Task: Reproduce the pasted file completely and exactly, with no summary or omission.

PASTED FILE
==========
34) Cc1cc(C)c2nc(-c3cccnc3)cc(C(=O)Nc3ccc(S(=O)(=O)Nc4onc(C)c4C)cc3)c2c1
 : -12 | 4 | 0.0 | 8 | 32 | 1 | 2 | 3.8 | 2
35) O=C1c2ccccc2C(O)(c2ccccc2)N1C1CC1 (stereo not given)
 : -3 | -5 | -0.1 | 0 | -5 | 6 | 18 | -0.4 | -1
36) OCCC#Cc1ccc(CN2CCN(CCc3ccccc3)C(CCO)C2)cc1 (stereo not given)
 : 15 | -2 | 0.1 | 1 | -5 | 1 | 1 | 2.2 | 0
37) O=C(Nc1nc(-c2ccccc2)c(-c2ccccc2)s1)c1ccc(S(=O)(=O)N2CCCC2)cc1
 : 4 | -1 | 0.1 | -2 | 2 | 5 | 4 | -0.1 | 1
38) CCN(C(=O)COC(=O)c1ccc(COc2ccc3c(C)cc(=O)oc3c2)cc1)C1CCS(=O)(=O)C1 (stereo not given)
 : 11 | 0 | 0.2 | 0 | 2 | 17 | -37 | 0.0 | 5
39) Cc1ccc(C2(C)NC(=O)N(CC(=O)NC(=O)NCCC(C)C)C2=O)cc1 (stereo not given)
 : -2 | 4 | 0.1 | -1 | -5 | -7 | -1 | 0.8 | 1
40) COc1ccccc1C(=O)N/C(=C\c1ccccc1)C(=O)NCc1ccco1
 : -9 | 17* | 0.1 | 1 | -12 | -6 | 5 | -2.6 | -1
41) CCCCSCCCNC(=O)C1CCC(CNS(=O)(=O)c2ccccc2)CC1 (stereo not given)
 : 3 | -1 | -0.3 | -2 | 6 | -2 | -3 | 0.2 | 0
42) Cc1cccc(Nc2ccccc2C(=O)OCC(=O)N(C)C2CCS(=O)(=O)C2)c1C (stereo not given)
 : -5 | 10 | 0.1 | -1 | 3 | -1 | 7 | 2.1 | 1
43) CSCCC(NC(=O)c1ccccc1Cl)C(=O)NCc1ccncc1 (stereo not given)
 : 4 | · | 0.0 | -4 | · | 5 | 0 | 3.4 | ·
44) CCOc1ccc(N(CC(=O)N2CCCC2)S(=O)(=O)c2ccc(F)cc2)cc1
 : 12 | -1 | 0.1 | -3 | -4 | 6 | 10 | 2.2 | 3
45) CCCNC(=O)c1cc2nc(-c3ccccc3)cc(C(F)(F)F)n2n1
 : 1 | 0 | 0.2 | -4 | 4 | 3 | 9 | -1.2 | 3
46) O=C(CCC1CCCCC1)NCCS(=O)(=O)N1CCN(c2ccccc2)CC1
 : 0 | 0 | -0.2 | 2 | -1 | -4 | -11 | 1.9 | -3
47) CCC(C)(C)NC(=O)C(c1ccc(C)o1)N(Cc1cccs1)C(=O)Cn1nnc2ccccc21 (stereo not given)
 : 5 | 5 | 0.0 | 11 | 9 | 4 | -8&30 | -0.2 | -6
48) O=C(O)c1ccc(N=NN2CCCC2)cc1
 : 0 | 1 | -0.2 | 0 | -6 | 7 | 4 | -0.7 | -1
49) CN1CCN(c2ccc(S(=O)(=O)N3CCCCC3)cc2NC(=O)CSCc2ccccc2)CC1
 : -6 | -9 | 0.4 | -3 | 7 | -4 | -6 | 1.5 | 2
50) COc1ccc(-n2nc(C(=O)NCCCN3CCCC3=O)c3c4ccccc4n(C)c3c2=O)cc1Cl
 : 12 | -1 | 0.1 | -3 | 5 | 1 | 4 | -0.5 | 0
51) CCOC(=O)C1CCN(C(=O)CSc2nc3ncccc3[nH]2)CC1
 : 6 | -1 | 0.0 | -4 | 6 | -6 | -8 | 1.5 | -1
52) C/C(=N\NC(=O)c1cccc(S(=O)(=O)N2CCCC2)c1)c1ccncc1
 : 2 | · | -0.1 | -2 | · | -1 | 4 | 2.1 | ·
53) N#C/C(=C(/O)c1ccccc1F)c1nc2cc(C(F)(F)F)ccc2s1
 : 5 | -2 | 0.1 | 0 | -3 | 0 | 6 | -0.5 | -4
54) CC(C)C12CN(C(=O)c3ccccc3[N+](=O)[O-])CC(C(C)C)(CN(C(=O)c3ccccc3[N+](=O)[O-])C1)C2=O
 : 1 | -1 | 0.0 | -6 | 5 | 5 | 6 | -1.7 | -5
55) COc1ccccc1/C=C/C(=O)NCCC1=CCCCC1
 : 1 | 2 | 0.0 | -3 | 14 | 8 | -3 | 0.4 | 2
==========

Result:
34) Cc1cc(C)c2nc(-c3cccnc3)cc(C(=O)Nc3ccc(S(=O)(=O)Nc4onc(C)c4C)cc3)c2c1
 : -12 | 4 | 0.0 | 8 | 32 | 1 | 2 | 3.8 | 2
35) O=C1c2ccccc2C(O)(c2ccccc2)N1C1CC1 (stereo not given)
 : -3 | -5 | -0.1 | 0 | -5 | 6 | 18 | -0.4 | -1
36) OCCC#Cc1ccc(CN2CCN(CCc3ccccc3)C(CCO)C2)cc1 (stereo not given)
 : 15 | -2 | 0.1 | 1 | -5 | 1 | 1 | 2.2 | 0
37) O=C(Nc1nc(-c2ccccc2)c(-c2ccccc2)s1)c1ccc(S(=O)(=O)N2CCCC2)cc1
 : 4 | -1 | 0.1 | -2 | 2 | 5 | 4 | -0.1 | 1
38) CCN(C(=O)COC(=O)c1ccc(COc2ccc3c(C)cc(=O)oc3c2)cc1)C1CCS(=O)(=O)C1 (stereo not given)
 : 11 | 0 | 0.2 | 0 | 2 | 17 | -37 | 0.0 | 5
39) Cc1ccc(C2(C)NC(=O)N(CC(=O)NC(=O)NCCC(C)C)C2=O)cc1 (stereo not given)
 : -2 | 4 | 0.1 | -1 | -5 | -7 | -1 | 0.8 | 1
40) COc1ccccc1C(=O)N/C(=C\c1ccccc1)C(=O)NCc1ccco1
 : -9 | 17* | 0.1 | 1 | -12 | -6 | 5 | -2.6 | -1
41) CCCCSCCCNC(=O)C1CCC(CNS(=O)(=O)c2ccccc2)CC1 (stereo not given)
 : 3 | -1 | -0.3 | -2 | 6 | -2 | -3 | 0.2 | 0
42) Cc1cccc(Nc2ccccc2C(=O)OCC(=O)N(C)C2CCS(=O)(=O)C2)c1C (stereo not given)
 : -5 | 10 | 0.1 | -1 | 3 | -1 | 7 | 2.1 | 1
43) CSCCC(NC(=O)c1ccccc1Cl)C(=O)NCc1ccncc1 (stereo not given)
 : 4 | · | 0.0 | -4 | · | 5 | 0 | 3.4 | ·
44) CCOc1ccc(N(CC(=O)N2CCCC2)S(=O)(=O)c2ccc(F)cc2)cc1
 : 12 | -1 | 0.1 | -3 | -4 | 6 | 10 | 2.2 | 3
45) CCCNC(=O)c1cc2nc(-c3ccccc3)cc(C(F)(F)F)n2n1
 : 1 | 0 | 0.2 | -4 | 4 | 3 | 9 | -1.2 | 3
46) O=C(CCC1CCCCC1)NCCS(=O)(=O)N1CCN(c2ccccc2)CC1
 : 0 | 0 | -0.2 | 2 | -1 | -4 | -11 | 1.9 | -3
47) CCC(C)(C)NC(=O)C(c1ccc(C)o1)N(Cc1cccs1)C(=O)Cn1nnc2ccccc21 (stereo not given)
 : 5 | 5 | 0.0 | 11 | 9 | 4 | -8&30 | -0.2 | -6
48) O=C(O)c1ccc(N=NN2CCCC2)cc1
 : 0 | 1 | -0.2 | 0 | -6 | 7 | 4 | -0.7 | -1
49) CN1CCN(c2ccc(S(=O)(=O)N3CCCCC3)cc2NC(=O)CSCc2ccccc2)CC1
 : -6 | -9 | 0.4 | -3 | 7 | -4 | -6 | 1.5 | 2
50) COc1ccc(-n2nc(C(=O)NCCCN3CCCC3=O)c3c4ccccc4n(C)c3c2=O)cc1Cl
 : 12 | -1 | 0.1 | -3 | 5 | 1 | 4 | -0.5 | 0
51) CCOC(=O)C1CCN(C(=O)CSc2nc3ncccc3[nH]2)CC1
 : 6 | -1 | 0.0 | -4 | 6 | -6 | -8 | 1.5 | -1
52) C/C(=N\NC(=O)c1cccc(S(=O)(=O)N2CCCC2)c1)c1ccncc1
 : 2 | · | -0.1 | -2 | · | -1 | 4 | 2.1 | ·
53) N#C/C(=C(/O)c1ccccc1F)c1nc2cc(C(F)(F)F)ccc2s1
 : 5 | -2 | 0.1 | 0 | -3 | 0 | 6 | -0.5 | -4
54) CC(C)C12CN(C(=O)c3ccccc3[N+](=O)[O-])CC(C(C)C)(CN(C(=O)c3ccccc3[N+](=O)[O-])C1)C2=O
 : 1 | -1 | 0.0 | -6 | 5 | 5 | 6 | -1.7 | -5
55) COc1ccccc1/C=C/C(=O)NCCC1=CCCCC1
 : 1 | 2 | 0.0 | -3 | 14 | 8 | -3 | 0.4 | 2